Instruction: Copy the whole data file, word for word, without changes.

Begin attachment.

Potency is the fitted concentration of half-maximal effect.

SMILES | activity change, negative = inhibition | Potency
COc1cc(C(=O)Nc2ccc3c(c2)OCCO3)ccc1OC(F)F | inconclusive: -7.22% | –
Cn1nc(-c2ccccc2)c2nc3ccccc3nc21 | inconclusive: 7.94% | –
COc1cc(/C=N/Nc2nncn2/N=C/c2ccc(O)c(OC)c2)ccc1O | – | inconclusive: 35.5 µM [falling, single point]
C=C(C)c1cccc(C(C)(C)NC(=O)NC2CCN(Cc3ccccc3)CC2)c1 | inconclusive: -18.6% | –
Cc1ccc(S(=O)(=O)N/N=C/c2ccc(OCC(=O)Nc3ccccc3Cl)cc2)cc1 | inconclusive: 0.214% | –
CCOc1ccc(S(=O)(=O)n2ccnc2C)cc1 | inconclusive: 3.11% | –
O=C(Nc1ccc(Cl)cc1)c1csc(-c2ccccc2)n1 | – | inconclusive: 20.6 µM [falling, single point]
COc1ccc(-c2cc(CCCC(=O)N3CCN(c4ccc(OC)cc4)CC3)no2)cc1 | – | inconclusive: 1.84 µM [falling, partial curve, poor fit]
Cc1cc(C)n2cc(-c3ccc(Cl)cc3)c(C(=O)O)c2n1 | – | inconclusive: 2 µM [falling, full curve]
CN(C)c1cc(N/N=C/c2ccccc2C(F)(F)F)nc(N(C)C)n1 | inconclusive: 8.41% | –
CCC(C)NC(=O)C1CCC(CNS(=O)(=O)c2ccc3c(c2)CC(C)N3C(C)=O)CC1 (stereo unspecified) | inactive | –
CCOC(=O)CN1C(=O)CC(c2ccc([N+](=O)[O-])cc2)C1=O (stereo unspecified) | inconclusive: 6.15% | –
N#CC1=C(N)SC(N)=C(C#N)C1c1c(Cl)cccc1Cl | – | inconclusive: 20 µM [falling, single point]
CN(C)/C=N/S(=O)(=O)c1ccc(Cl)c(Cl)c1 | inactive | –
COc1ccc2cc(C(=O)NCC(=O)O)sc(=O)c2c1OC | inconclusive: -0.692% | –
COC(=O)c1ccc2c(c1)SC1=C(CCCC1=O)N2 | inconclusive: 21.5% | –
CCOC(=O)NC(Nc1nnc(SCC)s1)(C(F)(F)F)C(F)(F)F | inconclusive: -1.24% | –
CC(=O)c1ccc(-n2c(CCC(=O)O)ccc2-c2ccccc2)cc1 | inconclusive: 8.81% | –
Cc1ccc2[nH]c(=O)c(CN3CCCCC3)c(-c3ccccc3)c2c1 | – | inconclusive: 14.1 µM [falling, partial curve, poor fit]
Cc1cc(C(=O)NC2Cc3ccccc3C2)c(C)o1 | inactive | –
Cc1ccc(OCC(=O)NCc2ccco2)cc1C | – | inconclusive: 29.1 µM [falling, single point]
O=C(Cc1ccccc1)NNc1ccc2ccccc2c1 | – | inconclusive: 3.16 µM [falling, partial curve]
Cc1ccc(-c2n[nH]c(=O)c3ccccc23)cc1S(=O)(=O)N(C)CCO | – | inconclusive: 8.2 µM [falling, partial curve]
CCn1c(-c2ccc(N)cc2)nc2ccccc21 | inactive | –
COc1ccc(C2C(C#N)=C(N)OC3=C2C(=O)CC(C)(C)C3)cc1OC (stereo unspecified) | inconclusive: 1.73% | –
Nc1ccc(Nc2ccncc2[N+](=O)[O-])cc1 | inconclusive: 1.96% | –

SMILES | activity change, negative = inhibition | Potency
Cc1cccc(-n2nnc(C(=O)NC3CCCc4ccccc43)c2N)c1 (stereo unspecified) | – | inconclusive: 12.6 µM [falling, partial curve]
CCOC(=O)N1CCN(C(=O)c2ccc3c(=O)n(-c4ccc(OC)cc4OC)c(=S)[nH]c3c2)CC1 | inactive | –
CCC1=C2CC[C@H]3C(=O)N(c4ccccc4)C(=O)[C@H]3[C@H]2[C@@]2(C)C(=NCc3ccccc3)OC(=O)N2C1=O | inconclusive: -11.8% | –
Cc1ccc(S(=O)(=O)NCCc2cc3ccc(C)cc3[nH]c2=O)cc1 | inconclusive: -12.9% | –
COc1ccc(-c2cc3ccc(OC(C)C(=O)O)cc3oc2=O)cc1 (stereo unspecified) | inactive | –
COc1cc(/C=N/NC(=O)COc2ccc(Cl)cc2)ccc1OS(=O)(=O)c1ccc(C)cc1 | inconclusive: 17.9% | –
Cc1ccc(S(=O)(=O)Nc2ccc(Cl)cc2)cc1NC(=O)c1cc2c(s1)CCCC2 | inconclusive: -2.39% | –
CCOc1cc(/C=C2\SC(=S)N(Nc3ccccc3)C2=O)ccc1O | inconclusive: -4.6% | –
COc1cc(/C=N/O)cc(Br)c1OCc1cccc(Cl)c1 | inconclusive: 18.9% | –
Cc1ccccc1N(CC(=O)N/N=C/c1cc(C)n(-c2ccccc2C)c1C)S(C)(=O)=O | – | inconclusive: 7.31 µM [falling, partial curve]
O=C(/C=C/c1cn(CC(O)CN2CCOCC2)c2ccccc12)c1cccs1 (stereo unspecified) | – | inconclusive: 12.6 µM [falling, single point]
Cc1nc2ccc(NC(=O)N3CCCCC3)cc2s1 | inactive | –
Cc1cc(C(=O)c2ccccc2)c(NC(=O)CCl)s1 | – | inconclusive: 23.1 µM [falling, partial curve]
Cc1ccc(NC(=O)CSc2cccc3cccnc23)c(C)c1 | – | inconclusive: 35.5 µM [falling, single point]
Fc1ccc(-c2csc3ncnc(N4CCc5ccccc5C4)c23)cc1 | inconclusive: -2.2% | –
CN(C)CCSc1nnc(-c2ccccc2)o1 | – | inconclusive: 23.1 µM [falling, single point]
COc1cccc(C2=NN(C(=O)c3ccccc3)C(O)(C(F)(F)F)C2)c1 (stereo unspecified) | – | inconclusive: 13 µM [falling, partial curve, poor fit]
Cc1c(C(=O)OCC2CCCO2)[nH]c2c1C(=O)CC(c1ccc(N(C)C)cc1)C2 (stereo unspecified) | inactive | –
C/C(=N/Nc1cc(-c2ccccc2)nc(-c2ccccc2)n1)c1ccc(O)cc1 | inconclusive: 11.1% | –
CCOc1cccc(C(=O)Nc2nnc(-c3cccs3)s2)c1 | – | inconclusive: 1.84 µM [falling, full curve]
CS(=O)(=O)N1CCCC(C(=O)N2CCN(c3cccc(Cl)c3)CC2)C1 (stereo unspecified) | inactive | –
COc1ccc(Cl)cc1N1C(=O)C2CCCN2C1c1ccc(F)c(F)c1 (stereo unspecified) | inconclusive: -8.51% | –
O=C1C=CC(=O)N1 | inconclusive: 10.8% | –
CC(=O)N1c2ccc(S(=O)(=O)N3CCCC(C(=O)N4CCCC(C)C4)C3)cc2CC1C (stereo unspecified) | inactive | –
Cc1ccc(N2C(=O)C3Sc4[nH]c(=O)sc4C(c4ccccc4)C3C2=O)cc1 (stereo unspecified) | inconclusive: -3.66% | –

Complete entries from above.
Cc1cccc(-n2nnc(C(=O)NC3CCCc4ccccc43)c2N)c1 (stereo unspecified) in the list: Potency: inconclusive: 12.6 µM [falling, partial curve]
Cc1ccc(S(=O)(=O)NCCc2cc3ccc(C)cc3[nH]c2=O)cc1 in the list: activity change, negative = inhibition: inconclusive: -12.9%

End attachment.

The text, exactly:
Potency is the fitted concentration of half-maximal effect.

SMILES | activity change, negative = inhibition | Potency
COc1cc(C(=O)Nc2ccc3c(c2)OCCO3)ccc1OC(F)F | inconclusive: -7.22% | –
Cn1nc(-c2ccccc2)c2nc3ccccc3nc21 | inconclusive: 7.94% | –
COc1cc(/C=N/Nc2nncn2/N=C/c2ccc(O)c(OC)c2)ccc1O | – | inconclusive: 35.5 µM [falling, single point]
C=C(C)c1cccc(C(C)(C)NC(=O)NC2CCN(Cc3ccccc3)CC2)c1 | inconclusive: -18.6% | –
Cc1ccc(S(=O)(=O)N/N=C/c2ccc(OCC(=O)Nc3ccccc3Cl)cc2)cc1 | inconclusive: 0.214% | –
CCOc1ccc(S(=O)(=O)n2ccnc2C)cc1 | inconclusive: 3.11% | –
O=C(Nc1ccc(Cl)cc1)c1csc(-c2ccccc2)n1 | – | inconclusive: 20.6 µM [falling, single point]
COc1ccc(-c2cc(CCCC(=O)N3CCN(c4ccc(OC)cc4)CC3)no2)cc1 | – | inconclusive: 1.84 µM [falling, partial curve, poor fit]
Cc1cc(C)n2cc(-c3ccc(Cl)cc3)c(C(=O)O)c2n1 | – | inconclusive: 2 µM [falling, full curve]
CN(C)c1cc(N/N=C/c2ccccc2C(F)(F)F)nc(N(C)C)n1 | inconclusive: 8.41% | –
CCC(C)NC(=O)C1CCC(CNS(=O)(=O)c2ccc3c(c2)CC(C)N3C(C)=O)CC1 (stereo unspecified) | inactive | –
CCOC(=O)CN1C(=O)CC(c2ccc([N+](=O)[O-])cc2)C1=O (stereo unspecified) | inconclusive: 6.15% | –
N#CC1=C(N)SC(N)=C(C#N)C1c1c(Cl)cccc1Cl | – | inconclusive: 20 µM [falling, single point]
CN(C)/C=N/S(=O)(=O)c1ccc(Cl)c(Cl)c1 | inactive | –
COc1ccc2cc(C(=O)NCC(=O)O)sc(=O)c2c1OC | inconclusive: -0.692% | –
COC(=O)c1ccc2c(c1)SC1=C(CCCC1=O)N2 | inconclusive: 21.5% | –
CCOC(=O)NC(Nc1nnc(SCC)s1)(C(F)(F)F)C(F)(F)F | inconclusive: -1.24% | –
CC(=O)c1ccc(-n2c(CCC(=O)O)ccc2-c2ccccc2)cc1 | inconclusive: 8.81% | –
Cc1ccc2[nH]c(=O)c(CN3CCCCC3)c(-c3ccccc3)c2c1 | – | inconclusive: 14.1 µM [falling, partial curve, poor fit]
Cc1cc(C(=O)NC2Cc3ccccc3C2)c(C)o1 | inactive | –
Cc1ccc(OCC(=O)NCc2ccco2)cc1C | – | inconclusive: 29.1 µM [falling, single point]
O=C(Cc1ccccc1)NNc1ccc2ccccc2c1 | – | inconclusive: 3.16 µM [falling, partial curve]
Cc1ccc(-c2n[nH]c(=O)c3ccccc23)cc1S(=O)(=O)N(C)CCO | – | inconclusive: 8.2 µM [falling, partial curve]
CCn1c(-c2ccc(N)cc2)nc2ccccc21 | inactive | –
COc1ccc(C2C(C#N)=C(N)OC3=C2C(=O)CC(C)(C)C3)cc1OC (stereo unspecified) | inconclusive: 1.73% | –
Nc1ccc(Nc2ccncc2[N+](=O)[O-])cc1 | inconclusive: 1.96% | –

SMILES | activity change, negative = inhibition | Potency
Cc1cccc(-n2nnc(C(=O)NC3CCCc4ccccc43)c2N)c1 (stereo unspecified) | – | inconclusive: 12.6 µM [falling, partial curve]
CCOC(=O)N1CCN(C(=O)c2ccc3c(=O)n(-c4ccc(OC)cc4OC)c(=S)[nH]c3c2)CC1 | inactive | –
CCC1=C2CC[C@H]3C(=O)N(c4ccccc4)C(=O)[C@H]3[C@H]2[C@@]2(C)C(=NCc3ccccc3)OC(=O)N2C1=O | inconclusive: -11.8% | –
Cc1ccc(S(=O)(=O)NCCc2cc3ccc(C)cc3[nH]c2=O)cc1 | inconclusive: -12.9% | –
COc1ccc(-c2cc3ccc(OC(C)C(=O)O)cc3oc2=O)cc1 (stereo unspecified) | inactive | –
COc1cc(/C=N/NC(=O)COc2ccc(Cl)cc2)ccc1OS(=O)(=O)c1ccc(C)cc1 | inconclusive: 17.9% | –
Cc1ccc(S(=O)(=O)Nc2ccc(Cl)cc2)cc1NC(=O)c1cc2c(s1)CCCC2 | inconclusive: -2.39% | –
CCOc1cc(/C=C2\SC(=S)N(Nc3ccccc3)C2=O)ccc1O | inconclusive: -4.6% | –
COc1cc(/C=N/O)cc(Br)c1OCc1cccc(Cl)c1 | inconclusive: 18.9% | –
Cc1ccccc1N(CC(=O)N/N=C/c1cc(C)n(-c2ccccc2C)c1C)S(C)(=O)=O | – | inconclusive: 7.31 µM [falling, partial curve]
O=C(/C=C/c1cn(CC(O)CN2CCOCC2)c2ccccc12)c1cccs1 (stereo unspecified) | – | inconclusive: 12.6 µM [falling, single point]
Cc1nc2ccc(NC(=O)N3CCCCC3)cc2s1 | inactive | –
Cc1cc(C(=O)c2ccccc2)c(NC(=O)CCl)s1 | – | inconclusive: 23.1 µM [falling, partial curve]
Cc1ccc(NC(=O)CSc2cccc3cccnc23)c(C)c1 | – | inconclusive: 35.5 µM [falling, single point]
Fc1ccc(-c2csc3ncnc(N4CCc5ccccc5C4)c23)cc1 | inconclusive: -2.2% | –
CN(C)CCSc1nnc(-c2ccccc2)o1 | – | inconclusive: 23.1 µM [falling, single point]
COc1cccc(C2=NN(C(=O)c3ccccc3)C(O)(C(F)(F)F)C2)c1 (stereo unspecified) | – | inconclusive: 13 µM [falling, partial curve, poor fit]
Cc1c(C(=O)OCC2CCCO2)[nH]c2c1C(=O)CC(c1ccc(N(C)C)cc1)C2 (stereo unspecified) | inactive | –
C/C(=N/Nc1cc(-c2ccccc2)nc(-c2ccccc2)n1)c1ccc(O)cc1 | inconclusive: 11.1% | –
CCOc1cccc(C(=O)Nc2nnc(-c3cccs3)s2)c1 | – | inconclusive: 1.84 µM [falling, full curve]
CS(=O)(=O)N1CCCC(C(=O)N2CCN(c3cccc(Cl)c3)CC2)C1 (stereo unspecified) | inactive | –
COc1ccc(Cl)cc1N1C(=O)C2CCCN2C1c1ccc(F)c(F)c1 (stereo unspecified) | inconclusive: -8.51% | –
O=C1C=CC(=O)N1 | inconclusive: 10.8% | –
CC(=O)N1c2ccc(S(=O)(=O)N3CCCC(C(=O)N4CCCC(C)C4)C3)cc2CC1C (stereo unspecified) | inactive | –
Cc1ccc(N2C(=O)C3Sc4[nH]c(=O)sc4C(c4ccccc4)C3C2=O)cc1 (stereo unspecified) | inconclusive: -3.66% | –

Complete entries from above.
Cc1cccc(-n2nnc(C(=O)NC3CCCc4ccccc43)c2N)c1 (stereo unspecified) in the list: Potency: inconclusive: 12.6 µM [falling, partial curve]
Cc1ccc(S(=O)(=O)NCCc2cc3ccc(C)cc3[nH]c2=O)cc1 in the list: activity change, negative = inhibition: inconclusive: -12.9%